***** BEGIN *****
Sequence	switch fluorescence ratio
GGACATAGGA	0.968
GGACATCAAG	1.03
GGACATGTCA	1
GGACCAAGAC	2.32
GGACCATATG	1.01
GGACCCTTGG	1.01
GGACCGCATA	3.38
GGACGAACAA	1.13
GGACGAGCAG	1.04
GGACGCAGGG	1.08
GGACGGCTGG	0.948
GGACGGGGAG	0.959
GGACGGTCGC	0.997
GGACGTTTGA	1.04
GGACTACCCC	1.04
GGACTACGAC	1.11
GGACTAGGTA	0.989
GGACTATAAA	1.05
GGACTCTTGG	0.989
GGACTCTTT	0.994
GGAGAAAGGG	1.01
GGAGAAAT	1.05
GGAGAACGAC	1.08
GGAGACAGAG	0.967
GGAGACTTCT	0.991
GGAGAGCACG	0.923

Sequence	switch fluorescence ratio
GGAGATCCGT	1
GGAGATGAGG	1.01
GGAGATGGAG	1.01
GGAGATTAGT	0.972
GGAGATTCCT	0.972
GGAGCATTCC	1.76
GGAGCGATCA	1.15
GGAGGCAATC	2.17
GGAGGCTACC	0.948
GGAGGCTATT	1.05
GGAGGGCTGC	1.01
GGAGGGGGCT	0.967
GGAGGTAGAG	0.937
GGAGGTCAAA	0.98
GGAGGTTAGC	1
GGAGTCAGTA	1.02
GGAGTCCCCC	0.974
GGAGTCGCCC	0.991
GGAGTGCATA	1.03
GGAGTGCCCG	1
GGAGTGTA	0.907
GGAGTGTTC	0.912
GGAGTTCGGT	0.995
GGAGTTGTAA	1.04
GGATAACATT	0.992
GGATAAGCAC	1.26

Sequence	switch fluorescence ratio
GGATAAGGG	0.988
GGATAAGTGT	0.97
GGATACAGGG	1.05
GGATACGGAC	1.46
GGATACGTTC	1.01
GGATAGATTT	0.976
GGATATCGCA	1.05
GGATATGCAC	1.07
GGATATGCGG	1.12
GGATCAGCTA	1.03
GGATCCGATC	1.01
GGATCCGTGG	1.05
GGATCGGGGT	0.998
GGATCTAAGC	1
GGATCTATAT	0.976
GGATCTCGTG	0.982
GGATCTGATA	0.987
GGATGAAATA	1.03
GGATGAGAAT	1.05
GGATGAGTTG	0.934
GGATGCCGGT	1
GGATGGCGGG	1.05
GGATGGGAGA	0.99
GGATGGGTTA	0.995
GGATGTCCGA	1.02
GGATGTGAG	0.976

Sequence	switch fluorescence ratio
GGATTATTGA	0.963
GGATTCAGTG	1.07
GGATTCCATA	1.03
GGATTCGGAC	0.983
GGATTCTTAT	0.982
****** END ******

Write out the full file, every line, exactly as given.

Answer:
Sequence	switch fluorescence ratio
GGACATAGGA	0.968
GGACATCAAG	1.03
GGACATGTCA	1
GGACCAAGAC	2.32
GGACCATATG	1.01
GGACCCTTGG	1.01
GGACCGCATA	3.38
GGACGAACAA	1.13
GGACGAGCAG	1.04
GGACGCAGGG	1.08
GGACGGCTGG	0.948
GGACGGGGAG	0.959
GGACGGTCGC	0.997
GGACGTTTGA	1.04
GGACTACCCC	1.04
GGACTACGAC	1.11
GGACTAGGTA	0.989
GGACTATAAA	1.05
GGACTCTTGG	0.989
GGACTCTTT	0.994
GGAGAAAGGG	1.01
GGAGAAAT	1.05
GGAGAACGAC	1.08
GGAGACAGAG	0.967
GGAGACTTCT	0.991
GGAGAGCACG	0.923

Sequence	switch fluorescence ratio
GGAGATCCGT	1
GGAGATGAGG	1.01
GGAGATGGAG	1.01
GGAGATTAGT	0.972
GGAGATTCCT	0.972
GGAGCATTCC	1.76
GGAGCGATCA	1.15
GGAGGCAATC	2.17
GGAGGCTACC	0.948
GGAGGCTATT	1.05
GGAGGGCTGC	1.01
GGAGGGGGCT	0.967
GGAGGTAGAG	0.937
GGAGGTCAAA	0.98
GGAGGTTAGC	1
GGAGTCAGTA	1.02
GGAGTCCCCC	0.974
GGAGTCGCCC	0.991
GGAGTGCATA	1.03
GGAGTGCCCG	1
GGAGTGTA	0.907
GGAGTGTTC	0.912
GGAGTTCGGT	0.995
GGAGTTGTAA	1.04
GGATAACATT	0.992
GGATAAGCAC	1.26

Sequence	switch fluorescence ratio
GGATAAGGG	0.988
GGATAAGTGT	0.97
GGATACAGGG	1.05
GGATACGGAC	1.46
GGATACGTTC	1.01
GGATAGATTT	0.976
GGATATCGCA	1.05
GGATATGCAC	1.07
GGATATGCGG	1.12
GGATCAGCTA	1.03
GGATCCGATC	1.01
GGATCCGTGG	1.05
GGATCGGGGT	0.998
GGATCTAAGC	1
GGATCTATAT	0.976
GGATCTCGTG	0.982
GGATCTGATA	0.987
GGATGAAATA	1.03
GGATGAGAAT	1.05
GGATGAGTTG	0.934
GGATGCCGGT	1
GGATGGCGGG	1.05
GGATGGGAGA	0.99
GGATGGGTTA	0.995
GGATGTCCGA	1.02
GGATGTGAG	0.976

Sequence	switch fluorescence ratio
GGATTATTGA	0.963
GGATTCAGTG	1.07
GGATTCCATA	1.03
GGATTCGGAC	0.983
GGATTCTTAT	0.982